• As compared to the outputting of a high voltage and 0 V in the conventional level shift circuit, this level shift circuit is characterized to output alternately a potential A and an intermediate potential B (A>B>0 V) . This level shift circuit, if seen in the phase relationship between input voltage and output voltage, is an inverter circuit. By using the level shift circuit described above, it is possible to make even to nearly a constant voltage (2Vdd) the gate-to-drain voltage absolute values of the charge-transfer MOS transistors M[0060] 1-M4, as hereinafter referred.
  • The connection relationship between the level shift circuits S[0061] 1-S4 and the charge pump is as follows. The level shift circuit S1 is inputted by a clock pulse CLK′, using a potential V2 of a connection point of M2 and M3 as a higher-potential power and an input voltage Vin (=Vdd) as a lower-potential power. Namely, the level shift circuit S1 outputs “V2” to the gate of M1 when the clock pulse CLK′ is at a low level. This turns M1 on. Meanwhile, when the clock pulse CLK′ is at a high level, “Vdd” is outputted to the gate of M1. This turns M1 off.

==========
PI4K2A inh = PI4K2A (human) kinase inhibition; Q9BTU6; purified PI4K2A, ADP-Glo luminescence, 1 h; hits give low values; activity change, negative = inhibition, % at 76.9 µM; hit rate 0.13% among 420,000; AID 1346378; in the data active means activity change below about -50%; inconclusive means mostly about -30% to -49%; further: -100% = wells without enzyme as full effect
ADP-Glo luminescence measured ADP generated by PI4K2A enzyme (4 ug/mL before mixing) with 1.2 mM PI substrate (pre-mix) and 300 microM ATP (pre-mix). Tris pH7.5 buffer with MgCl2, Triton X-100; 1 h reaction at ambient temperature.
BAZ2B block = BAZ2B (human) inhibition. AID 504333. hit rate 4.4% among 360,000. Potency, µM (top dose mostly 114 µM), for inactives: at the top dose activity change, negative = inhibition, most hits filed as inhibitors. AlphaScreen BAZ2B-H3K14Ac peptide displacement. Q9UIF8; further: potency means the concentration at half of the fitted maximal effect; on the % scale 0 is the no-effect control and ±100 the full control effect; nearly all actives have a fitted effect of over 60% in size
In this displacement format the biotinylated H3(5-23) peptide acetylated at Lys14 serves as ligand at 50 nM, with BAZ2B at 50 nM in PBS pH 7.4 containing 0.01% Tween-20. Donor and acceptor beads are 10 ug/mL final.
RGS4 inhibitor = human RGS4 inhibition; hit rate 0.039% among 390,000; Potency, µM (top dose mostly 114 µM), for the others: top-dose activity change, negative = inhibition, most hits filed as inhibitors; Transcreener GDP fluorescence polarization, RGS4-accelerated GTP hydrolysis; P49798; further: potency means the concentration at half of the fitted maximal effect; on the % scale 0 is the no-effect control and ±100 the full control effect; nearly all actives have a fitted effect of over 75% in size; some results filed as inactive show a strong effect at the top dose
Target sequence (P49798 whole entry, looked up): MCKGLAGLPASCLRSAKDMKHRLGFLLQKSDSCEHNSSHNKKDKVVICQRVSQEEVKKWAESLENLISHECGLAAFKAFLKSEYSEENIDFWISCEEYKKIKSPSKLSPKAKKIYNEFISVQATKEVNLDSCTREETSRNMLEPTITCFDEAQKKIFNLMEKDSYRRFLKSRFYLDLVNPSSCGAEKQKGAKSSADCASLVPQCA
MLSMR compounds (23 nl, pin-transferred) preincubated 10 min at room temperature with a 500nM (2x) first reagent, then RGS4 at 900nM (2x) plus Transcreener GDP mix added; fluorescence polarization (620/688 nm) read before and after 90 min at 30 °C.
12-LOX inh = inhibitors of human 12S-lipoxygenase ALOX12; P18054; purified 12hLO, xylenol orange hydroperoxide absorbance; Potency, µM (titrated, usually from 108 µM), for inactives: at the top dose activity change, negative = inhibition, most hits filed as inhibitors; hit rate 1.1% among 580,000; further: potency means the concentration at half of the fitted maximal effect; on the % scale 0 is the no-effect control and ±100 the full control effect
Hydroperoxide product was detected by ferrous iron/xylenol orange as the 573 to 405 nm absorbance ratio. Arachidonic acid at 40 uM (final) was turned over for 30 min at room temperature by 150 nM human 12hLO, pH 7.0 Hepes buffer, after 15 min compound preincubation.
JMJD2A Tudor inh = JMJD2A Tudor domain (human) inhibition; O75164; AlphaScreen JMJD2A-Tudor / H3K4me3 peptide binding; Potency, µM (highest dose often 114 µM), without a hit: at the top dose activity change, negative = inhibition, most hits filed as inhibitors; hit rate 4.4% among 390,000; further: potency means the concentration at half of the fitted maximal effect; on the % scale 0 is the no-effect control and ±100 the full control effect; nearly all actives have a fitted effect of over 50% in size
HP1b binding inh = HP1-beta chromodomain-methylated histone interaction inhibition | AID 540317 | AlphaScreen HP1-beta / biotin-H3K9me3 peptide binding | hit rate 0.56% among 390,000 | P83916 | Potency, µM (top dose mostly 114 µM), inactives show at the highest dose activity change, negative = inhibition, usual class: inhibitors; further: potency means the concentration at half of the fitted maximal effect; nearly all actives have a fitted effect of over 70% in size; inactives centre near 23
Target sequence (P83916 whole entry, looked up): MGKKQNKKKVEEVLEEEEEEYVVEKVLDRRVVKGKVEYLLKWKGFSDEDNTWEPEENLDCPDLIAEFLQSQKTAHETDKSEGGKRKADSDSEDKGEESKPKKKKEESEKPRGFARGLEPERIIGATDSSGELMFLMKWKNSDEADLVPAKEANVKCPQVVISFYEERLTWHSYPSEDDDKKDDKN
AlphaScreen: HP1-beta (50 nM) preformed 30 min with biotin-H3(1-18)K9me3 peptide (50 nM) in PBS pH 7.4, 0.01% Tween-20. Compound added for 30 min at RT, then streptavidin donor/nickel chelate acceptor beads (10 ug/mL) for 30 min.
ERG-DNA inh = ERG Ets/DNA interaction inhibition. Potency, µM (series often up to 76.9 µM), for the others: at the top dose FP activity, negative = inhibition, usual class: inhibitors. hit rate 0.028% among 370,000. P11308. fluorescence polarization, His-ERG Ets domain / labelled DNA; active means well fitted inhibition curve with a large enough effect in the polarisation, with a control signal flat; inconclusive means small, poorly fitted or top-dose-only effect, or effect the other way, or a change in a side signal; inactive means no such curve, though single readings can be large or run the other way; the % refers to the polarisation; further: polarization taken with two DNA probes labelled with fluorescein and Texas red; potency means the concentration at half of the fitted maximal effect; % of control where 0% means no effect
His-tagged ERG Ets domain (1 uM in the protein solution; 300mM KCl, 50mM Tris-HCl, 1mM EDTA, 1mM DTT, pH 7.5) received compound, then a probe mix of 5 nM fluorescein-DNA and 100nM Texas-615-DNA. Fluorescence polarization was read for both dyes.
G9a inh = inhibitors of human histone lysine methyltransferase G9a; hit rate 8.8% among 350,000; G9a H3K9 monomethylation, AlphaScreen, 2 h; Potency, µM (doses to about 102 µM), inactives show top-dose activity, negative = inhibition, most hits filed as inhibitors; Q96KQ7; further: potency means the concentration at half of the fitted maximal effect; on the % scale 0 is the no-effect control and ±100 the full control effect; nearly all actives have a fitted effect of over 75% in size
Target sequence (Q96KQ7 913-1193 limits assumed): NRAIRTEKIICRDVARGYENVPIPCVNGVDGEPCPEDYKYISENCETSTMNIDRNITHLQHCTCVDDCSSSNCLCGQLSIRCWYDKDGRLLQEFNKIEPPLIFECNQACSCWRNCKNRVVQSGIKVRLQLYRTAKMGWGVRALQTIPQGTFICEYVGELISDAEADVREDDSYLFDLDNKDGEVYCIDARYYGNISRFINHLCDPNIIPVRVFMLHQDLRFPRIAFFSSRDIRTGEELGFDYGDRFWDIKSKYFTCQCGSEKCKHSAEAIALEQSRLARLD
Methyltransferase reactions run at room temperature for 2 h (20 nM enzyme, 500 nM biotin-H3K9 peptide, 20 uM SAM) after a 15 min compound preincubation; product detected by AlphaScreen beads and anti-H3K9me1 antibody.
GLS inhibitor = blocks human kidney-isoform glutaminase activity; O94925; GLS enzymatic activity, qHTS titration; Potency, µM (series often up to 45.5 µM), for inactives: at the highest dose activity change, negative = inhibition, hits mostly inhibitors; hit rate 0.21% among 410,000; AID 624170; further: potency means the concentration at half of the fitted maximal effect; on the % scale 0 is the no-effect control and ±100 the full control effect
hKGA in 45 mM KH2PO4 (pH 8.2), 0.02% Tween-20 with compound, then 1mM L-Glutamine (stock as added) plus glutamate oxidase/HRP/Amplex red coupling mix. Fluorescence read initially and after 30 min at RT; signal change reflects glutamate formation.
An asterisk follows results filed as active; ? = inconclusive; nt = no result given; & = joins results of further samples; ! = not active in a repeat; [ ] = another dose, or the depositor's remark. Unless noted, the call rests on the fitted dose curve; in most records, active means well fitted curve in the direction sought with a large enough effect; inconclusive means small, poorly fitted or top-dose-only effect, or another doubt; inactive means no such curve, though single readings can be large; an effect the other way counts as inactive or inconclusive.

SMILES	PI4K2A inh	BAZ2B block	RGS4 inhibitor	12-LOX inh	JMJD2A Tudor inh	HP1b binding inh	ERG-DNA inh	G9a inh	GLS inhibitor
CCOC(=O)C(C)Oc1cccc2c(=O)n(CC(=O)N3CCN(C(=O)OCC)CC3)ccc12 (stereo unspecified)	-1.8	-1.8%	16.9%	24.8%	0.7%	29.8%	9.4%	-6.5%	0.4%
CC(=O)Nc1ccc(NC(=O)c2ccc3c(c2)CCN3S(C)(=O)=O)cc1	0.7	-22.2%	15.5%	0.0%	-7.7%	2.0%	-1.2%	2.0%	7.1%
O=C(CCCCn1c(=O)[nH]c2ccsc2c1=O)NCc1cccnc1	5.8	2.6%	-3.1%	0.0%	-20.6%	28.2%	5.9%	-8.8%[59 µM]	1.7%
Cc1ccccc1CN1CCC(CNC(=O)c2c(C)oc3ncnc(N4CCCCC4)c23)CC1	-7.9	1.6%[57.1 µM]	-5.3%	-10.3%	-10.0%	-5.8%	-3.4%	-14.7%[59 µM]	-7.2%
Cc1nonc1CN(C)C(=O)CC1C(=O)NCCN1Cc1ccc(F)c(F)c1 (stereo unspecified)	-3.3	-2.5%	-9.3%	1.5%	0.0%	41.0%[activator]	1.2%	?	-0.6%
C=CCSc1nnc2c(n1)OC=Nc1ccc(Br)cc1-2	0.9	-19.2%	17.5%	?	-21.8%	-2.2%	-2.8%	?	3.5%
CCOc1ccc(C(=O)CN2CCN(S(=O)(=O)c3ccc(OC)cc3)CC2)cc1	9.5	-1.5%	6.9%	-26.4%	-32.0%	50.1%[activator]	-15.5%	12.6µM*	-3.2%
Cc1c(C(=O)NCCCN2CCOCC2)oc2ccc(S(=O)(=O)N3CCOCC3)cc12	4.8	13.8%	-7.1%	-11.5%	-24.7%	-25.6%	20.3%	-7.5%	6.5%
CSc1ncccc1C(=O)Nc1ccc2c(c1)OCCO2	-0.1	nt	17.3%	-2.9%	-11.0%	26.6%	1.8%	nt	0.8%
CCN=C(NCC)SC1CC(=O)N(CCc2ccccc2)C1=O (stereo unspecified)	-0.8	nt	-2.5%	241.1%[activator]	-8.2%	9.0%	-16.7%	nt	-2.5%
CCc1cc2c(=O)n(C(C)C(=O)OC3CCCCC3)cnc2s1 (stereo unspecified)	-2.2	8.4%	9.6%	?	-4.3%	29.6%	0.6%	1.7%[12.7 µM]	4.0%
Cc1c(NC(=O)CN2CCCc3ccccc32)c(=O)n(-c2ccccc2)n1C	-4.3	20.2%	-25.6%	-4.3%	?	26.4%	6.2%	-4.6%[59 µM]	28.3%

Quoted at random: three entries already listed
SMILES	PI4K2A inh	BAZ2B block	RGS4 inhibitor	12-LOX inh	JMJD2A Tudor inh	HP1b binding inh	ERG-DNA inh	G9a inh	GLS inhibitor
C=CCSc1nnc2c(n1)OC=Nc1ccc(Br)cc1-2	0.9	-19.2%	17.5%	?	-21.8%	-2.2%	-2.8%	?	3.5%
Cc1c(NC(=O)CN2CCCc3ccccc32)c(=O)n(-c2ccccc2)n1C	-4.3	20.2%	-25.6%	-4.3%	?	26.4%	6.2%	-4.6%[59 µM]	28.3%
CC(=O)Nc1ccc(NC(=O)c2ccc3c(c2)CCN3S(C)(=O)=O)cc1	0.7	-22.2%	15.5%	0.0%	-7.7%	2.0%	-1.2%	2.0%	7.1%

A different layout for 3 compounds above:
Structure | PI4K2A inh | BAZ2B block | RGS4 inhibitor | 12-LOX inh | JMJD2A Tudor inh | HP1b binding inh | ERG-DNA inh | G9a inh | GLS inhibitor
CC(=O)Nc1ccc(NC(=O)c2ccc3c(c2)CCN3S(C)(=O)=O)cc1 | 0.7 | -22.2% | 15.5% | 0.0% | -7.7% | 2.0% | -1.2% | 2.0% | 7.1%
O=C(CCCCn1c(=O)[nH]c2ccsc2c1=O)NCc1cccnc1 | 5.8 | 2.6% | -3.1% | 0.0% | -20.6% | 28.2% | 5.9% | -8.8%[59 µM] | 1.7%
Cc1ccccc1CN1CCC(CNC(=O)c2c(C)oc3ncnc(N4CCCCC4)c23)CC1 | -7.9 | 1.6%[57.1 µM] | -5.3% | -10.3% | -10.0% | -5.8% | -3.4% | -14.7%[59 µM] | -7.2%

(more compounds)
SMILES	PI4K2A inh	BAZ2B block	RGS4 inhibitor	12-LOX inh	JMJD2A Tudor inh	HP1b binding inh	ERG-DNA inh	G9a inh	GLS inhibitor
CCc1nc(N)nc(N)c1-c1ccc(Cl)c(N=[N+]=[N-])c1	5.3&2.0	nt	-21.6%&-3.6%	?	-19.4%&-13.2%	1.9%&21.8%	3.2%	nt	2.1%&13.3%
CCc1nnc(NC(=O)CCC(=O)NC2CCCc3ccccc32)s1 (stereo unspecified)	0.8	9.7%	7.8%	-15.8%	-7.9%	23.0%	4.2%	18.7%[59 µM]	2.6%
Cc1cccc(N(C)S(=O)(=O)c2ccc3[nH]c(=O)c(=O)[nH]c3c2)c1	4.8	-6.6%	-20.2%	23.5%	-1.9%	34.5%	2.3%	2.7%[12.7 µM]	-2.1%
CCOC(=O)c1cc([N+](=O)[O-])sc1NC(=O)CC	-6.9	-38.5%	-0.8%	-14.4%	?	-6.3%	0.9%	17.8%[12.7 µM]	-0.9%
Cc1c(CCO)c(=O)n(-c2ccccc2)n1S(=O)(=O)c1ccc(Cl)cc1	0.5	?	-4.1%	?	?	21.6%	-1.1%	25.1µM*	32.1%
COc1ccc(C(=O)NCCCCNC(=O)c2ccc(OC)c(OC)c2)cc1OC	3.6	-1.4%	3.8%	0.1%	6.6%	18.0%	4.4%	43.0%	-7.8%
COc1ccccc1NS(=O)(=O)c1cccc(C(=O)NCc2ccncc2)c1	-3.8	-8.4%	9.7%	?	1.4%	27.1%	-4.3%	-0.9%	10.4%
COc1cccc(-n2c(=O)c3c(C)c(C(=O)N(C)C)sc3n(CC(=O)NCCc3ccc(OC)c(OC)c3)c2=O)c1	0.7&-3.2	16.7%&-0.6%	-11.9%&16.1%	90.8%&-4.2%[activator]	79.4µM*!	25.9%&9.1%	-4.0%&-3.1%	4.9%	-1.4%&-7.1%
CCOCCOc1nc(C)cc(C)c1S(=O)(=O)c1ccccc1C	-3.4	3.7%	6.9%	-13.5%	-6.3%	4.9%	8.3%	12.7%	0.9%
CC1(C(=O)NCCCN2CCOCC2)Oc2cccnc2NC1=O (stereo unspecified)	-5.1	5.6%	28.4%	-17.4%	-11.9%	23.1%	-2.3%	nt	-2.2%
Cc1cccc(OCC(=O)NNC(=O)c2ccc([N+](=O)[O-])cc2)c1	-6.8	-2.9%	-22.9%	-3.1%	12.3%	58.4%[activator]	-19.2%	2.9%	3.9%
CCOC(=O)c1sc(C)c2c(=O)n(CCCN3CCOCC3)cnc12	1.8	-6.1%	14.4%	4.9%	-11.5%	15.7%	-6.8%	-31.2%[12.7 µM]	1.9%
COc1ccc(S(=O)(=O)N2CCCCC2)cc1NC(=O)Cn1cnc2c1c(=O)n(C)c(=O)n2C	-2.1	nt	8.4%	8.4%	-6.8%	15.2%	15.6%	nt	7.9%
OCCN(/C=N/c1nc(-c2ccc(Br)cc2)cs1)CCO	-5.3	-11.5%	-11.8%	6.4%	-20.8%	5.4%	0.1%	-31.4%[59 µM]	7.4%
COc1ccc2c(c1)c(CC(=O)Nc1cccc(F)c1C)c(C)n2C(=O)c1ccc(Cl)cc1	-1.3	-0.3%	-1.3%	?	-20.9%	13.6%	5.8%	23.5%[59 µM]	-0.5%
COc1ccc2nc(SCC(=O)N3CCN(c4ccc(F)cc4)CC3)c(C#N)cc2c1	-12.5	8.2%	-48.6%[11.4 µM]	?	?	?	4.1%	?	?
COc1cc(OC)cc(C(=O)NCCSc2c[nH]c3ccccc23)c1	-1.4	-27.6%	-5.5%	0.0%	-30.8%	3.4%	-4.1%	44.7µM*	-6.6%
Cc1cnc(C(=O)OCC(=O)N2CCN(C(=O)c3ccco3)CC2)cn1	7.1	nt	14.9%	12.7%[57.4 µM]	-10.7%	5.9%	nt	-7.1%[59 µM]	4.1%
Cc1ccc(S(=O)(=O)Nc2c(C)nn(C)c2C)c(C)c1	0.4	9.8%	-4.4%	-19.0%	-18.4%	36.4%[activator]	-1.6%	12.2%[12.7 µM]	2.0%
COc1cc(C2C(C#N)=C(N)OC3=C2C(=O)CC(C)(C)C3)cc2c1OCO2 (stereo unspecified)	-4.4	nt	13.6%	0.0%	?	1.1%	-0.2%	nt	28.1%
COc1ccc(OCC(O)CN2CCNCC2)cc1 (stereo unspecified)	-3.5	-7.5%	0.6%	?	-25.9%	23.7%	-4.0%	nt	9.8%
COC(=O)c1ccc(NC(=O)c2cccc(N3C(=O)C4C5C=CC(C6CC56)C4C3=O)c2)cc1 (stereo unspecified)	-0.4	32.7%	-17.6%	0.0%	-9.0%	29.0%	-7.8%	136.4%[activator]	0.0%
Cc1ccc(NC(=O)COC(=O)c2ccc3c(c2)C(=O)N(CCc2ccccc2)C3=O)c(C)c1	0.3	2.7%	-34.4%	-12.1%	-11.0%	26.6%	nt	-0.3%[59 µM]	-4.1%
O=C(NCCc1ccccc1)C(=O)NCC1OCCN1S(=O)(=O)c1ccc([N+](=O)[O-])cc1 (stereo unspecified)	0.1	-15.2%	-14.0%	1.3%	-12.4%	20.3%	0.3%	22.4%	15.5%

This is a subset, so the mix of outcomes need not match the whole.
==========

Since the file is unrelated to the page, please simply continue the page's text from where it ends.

• The level shift circuit S[0062] 2 is inputted by a clock pulse CLKB′, using a potential V3 of a connection point of M3 and M4 as a higher-potential power and a potential V1 of a connection point of M1 and M2 as a lower-potential power. Namely, the level shift circuit S2 outputs “V3” to the gate of M2 when the clock pulse CLKB′ is at a low level. This turns M2 on. Meanwhile, when the clock pulse CLKB′ is at a high level, “V1” is outputted to the gate of M1. This turns M2 off.